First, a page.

The Wrack

The Wrack is the Wells Reserve blog, our collective logbook on the web.

Posts tagged kennebunk river

  • Stormwater Runoff Contributes to Increased Bacteria Levels in the Kennebunk River

    Brianna DeGone
    | July 28, 2017 | Filed under: Observations

    Stormwater runoff from roads and other developed areas may be an important source of bacterial contamination in the Kennebunk River.

  • Spring Fish Work Goes Swimmingly

    Wells Reserve Contributor | April 28, 2016

    For the past five weeks, our research staff have been out fishing in the rivers of southern Maine to provide up-to-date information on species with the greatest need for conservation. We have been fortunate to have the help of some dedicated community volunteers and members of the Sebago Chapter of Trout Unlimited.  This is the earliest we’ve been fishing in recent years and the catch has been diverse and exciting!

  • Water Quality Monitoring in the Mousam and Kennebunk Rivers

    | November 7, 2014 | Filed under: Observations

    Volunteers measure river conditions at 20 monitoring sites as part of a statewide program.

  • Why Did the Fish Cross the Road?

    Wells Reserve Contributor | August 28, 2012

    Back in July, Wells Reserve staff and interns teamed up with volunteers from the Sebago Chapter of Trout Unlimited and bravely struck out on an ambitious survey of road-stream crossings in the Kennebunk River, Merriland River, and Branch Brook. The teams worked hard and surveyed an amazing 81 road-stream crossings in only three days!

    Perched culvertI led one of the survey teams and let me tell you, that data was hard-earned! Once we had located a crossing, we had to battle thick brush, mud, poison ivy and steep slopes of riprap to reach the stream. To measure the length of a crossing, we sometimes had to crawl through a culvert from one end to the other, dodging spider webs along the way. Besides being a fun excuse to go crashing through woods and splashing through rivers, this survey was an important way to gather data that will be used by town planners, landowners, conservation groups, and other stakeholders to reconnect stream habitat in these watersheds.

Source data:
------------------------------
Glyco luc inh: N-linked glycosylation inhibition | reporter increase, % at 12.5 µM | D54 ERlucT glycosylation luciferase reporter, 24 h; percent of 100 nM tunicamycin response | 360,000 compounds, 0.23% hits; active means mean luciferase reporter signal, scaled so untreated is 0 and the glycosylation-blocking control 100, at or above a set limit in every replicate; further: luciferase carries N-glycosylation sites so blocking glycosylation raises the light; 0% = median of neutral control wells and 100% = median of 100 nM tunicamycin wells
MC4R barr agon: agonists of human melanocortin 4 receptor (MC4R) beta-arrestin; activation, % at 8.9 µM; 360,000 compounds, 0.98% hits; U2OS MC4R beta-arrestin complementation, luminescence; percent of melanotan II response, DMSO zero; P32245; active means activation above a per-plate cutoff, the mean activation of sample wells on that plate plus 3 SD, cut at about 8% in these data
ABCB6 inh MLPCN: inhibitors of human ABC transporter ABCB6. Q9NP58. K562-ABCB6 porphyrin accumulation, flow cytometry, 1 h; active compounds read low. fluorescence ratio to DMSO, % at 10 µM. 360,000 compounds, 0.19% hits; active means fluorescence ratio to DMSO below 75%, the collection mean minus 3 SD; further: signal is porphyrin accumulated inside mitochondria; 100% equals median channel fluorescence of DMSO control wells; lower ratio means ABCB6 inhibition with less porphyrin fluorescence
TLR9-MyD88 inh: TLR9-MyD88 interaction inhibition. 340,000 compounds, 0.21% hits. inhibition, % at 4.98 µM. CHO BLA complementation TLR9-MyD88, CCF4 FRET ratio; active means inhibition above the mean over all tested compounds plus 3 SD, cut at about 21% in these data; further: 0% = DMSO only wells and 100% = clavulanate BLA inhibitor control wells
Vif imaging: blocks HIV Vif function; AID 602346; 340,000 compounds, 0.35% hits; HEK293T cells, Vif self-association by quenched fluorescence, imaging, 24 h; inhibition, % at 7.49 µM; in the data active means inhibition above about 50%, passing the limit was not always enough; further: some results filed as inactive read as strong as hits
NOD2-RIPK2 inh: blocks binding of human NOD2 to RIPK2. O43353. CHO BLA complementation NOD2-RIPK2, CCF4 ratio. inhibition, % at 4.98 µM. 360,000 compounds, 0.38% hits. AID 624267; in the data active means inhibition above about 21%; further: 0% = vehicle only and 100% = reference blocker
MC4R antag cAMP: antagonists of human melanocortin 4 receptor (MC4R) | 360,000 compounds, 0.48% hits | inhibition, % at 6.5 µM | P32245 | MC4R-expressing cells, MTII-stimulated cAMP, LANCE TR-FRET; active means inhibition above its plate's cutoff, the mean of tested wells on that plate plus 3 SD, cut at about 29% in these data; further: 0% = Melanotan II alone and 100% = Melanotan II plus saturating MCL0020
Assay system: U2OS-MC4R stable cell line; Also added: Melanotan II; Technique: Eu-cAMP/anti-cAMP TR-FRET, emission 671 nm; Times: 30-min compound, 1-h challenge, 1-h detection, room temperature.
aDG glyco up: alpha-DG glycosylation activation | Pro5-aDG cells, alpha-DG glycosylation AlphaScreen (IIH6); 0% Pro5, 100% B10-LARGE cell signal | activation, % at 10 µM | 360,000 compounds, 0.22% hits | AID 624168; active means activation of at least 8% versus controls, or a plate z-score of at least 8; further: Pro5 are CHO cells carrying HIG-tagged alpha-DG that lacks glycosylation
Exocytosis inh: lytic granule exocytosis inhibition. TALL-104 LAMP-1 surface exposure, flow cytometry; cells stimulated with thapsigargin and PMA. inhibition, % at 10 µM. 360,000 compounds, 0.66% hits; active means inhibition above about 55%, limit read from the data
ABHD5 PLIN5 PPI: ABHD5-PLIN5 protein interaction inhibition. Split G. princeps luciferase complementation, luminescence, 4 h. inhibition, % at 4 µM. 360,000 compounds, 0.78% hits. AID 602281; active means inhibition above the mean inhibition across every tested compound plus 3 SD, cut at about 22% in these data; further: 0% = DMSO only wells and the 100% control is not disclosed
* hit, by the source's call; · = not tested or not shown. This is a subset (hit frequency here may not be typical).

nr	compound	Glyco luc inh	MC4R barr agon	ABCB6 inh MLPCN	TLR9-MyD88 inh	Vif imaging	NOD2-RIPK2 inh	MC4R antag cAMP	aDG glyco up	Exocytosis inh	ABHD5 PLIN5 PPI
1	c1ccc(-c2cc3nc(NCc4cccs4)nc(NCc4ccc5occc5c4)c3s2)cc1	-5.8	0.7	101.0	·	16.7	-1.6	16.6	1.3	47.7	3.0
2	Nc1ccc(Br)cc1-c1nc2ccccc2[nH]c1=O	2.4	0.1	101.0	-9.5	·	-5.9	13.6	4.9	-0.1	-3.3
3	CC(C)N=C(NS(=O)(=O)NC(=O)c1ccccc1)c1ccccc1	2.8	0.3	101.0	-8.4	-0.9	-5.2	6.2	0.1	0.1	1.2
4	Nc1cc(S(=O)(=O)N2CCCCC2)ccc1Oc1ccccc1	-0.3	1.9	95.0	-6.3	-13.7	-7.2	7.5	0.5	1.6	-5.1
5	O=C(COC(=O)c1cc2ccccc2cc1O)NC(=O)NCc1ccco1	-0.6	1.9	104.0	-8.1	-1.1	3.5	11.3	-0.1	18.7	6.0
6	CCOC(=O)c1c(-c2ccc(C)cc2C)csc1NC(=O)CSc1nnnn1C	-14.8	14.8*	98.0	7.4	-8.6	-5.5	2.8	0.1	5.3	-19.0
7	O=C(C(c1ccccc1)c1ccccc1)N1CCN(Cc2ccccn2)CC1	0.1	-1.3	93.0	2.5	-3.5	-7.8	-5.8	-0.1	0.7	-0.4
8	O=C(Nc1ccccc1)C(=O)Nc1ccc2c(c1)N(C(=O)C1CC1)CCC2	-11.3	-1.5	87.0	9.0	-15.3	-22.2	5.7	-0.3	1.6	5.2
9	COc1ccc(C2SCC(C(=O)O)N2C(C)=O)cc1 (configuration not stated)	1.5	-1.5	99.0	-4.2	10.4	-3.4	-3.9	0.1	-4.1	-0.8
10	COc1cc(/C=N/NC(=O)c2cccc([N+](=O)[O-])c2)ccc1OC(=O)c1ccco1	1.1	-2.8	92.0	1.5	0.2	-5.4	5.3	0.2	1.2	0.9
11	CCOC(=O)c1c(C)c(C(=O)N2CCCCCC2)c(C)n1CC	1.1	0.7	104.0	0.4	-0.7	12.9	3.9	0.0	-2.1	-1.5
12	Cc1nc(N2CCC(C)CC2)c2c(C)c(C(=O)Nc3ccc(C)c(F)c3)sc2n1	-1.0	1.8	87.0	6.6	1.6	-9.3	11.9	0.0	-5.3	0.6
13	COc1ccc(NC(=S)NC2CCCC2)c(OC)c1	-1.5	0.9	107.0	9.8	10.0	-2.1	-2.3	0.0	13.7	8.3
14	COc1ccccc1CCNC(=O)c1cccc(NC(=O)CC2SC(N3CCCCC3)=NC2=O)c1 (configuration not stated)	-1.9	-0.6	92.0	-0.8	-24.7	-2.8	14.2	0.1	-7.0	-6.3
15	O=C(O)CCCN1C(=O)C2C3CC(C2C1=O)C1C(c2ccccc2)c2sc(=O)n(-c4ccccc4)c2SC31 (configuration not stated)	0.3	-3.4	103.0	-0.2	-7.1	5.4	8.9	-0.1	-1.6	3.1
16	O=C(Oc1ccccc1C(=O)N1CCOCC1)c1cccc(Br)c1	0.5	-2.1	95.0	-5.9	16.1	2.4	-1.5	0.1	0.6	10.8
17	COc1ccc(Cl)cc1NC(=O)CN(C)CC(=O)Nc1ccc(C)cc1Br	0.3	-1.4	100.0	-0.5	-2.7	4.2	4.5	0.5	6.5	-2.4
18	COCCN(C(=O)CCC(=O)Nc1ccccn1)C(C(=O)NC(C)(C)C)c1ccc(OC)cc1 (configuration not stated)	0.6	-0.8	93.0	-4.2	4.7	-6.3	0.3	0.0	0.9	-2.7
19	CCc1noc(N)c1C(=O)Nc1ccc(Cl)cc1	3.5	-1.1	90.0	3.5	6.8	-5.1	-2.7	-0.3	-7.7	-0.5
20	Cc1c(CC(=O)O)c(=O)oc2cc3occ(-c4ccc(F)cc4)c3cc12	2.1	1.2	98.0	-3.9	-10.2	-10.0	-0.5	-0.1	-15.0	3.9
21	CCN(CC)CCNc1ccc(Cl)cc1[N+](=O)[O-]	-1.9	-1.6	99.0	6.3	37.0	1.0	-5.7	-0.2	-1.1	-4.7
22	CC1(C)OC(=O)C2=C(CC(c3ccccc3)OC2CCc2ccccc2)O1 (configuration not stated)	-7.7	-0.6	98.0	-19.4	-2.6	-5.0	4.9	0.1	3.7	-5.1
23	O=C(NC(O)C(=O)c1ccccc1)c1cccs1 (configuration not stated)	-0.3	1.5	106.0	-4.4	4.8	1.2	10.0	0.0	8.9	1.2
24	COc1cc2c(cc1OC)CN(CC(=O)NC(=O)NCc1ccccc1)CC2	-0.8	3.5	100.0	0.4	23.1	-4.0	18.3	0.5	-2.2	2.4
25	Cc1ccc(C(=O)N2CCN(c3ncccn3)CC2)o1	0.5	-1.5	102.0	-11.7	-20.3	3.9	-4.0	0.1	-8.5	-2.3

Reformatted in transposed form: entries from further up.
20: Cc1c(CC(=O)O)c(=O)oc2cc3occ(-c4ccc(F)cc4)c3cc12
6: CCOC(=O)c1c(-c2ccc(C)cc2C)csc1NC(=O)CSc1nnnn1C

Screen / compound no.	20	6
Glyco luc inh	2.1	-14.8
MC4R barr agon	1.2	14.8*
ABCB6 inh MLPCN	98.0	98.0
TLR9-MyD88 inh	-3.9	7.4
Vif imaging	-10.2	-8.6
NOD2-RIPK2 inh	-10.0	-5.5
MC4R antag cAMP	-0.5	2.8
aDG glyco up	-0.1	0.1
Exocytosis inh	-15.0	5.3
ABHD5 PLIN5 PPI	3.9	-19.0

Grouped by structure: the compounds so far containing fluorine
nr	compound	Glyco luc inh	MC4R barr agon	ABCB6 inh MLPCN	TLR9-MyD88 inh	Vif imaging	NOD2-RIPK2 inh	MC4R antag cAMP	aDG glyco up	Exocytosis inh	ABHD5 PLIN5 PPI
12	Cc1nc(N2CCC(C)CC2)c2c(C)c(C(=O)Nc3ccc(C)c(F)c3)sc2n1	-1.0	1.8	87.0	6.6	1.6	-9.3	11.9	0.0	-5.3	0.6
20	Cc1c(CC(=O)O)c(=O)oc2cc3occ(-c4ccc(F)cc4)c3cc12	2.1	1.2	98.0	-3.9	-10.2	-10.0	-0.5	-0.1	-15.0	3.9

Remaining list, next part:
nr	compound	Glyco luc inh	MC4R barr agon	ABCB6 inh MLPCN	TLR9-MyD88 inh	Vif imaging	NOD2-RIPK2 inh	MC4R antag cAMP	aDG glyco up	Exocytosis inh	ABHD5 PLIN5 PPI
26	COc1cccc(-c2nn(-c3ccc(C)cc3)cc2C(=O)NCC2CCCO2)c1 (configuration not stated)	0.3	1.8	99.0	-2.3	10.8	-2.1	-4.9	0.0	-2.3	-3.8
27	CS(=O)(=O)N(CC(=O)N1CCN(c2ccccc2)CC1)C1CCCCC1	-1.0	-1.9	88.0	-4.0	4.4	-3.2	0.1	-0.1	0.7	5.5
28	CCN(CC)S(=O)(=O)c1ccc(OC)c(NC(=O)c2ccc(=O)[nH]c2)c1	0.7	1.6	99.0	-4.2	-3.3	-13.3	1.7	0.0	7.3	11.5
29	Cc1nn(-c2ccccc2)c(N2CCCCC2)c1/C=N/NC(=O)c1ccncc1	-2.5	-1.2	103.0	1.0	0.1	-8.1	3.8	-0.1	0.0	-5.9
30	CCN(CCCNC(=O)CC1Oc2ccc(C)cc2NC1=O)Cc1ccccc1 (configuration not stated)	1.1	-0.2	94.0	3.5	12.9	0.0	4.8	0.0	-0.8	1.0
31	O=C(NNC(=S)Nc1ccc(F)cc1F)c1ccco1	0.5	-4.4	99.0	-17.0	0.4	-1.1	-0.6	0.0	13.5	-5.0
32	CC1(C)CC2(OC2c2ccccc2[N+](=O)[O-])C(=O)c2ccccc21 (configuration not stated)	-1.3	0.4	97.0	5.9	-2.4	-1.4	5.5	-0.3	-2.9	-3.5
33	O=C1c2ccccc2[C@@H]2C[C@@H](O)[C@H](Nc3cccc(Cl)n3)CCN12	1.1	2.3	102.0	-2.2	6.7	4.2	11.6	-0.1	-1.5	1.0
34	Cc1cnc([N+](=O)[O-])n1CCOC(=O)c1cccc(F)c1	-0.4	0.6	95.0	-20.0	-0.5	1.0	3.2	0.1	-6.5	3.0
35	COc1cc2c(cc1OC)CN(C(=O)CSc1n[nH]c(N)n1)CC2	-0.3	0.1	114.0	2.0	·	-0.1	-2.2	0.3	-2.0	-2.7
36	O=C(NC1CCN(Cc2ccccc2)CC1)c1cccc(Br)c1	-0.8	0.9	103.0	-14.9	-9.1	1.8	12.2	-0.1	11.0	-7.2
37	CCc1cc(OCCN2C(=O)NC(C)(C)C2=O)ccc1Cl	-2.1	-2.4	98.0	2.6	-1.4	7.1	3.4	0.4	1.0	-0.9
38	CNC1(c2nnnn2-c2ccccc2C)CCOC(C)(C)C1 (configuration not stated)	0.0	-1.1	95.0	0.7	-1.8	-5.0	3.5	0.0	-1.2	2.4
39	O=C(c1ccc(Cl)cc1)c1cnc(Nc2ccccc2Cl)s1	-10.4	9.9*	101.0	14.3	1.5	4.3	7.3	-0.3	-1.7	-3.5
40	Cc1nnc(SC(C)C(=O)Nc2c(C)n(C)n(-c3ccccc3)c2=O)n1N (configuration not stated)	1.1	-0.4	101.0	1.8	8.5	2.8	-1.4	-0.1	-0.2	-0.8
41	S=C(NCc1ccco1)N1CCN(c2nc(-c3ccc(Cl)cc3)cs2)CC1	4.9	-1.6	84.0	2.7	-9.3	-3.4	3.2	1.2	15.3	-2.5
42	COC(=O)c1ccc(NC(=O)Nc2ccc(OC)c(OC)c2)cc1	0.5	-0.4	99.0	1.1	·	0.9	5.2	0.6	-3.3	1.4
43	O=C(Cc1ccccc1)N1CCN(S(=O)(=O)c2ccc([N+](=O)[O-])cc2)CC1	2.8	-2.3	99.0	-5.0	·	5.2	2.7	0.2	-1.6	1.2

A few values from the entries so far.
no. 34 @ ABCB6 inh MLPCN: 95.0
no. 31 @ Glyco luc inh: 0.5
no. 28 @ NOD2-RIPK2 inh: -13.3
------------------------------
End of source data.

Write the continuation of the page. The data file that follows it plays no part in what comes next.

• Mousam and Kennebunk Rivers Alliance

    Wells Reserve Contributor | July 25, 2011

    Just one of many projects underway in the research department at the Wells Reserve this summer is the environmental monitoring of the Mousam and Kennebunk Rivers in support of an ongoing initiative, the Mousam & Kennebunk Rivers Alliance (MKRA).

  • Kennebunk River Road-Stream Crossing Survey

    | January 4, 2011

    About the Project

    The Maine Road-Stream Crossing Survey determines where poor design or degraded condition of road culverts hampers the ability of fish to access upstream or downstream habitat. This information helps project partners to set priorities for restoring critical fish habitat sites.

    For this project, Wells Reserve workers visited all road-stream culverts along the Kennebunk River, from its mouth on the border of Kennebunk and Kennebunkport to its far reaches in Lyman.

  • Maine Road-Stream Crossing Survey in Full Swing

    | July 14, 2010

    Road-Stream CulvertThis summer, the Wells Reserve is an active participant in the Maine Road-Stream Crossing Survey: a joint project of the Maine Forest Service and U.S. Fish and Wildlife Service Gulf of Maine Coastal Program. Four teams comprising of summer interns and Reserve employees are surveying the culverts of the Kennebunk River Watershed to see if they pose barriers to fish and wildlife passage.

  • Restoration of migratory fish to the Mousam and Kennebunk rivers

    | January 27, 2010

    About the Project

    In 2008, a group of citizens and conservation groups met to discuss the possibility of returning native migratory fish runs to the Mousam and Kennebunk Rivers. Out of these discussions a plan was formulated to gather information about the historic and current condition of these fish and to begin to spread the word to the local communities. In 2009, Maine Rivers hosted a conference where river stakeholders came together to discuss the rivers and share knowledge. At the same time, the Wells Reserve began monitoring the current status of migratory fish in the rivers.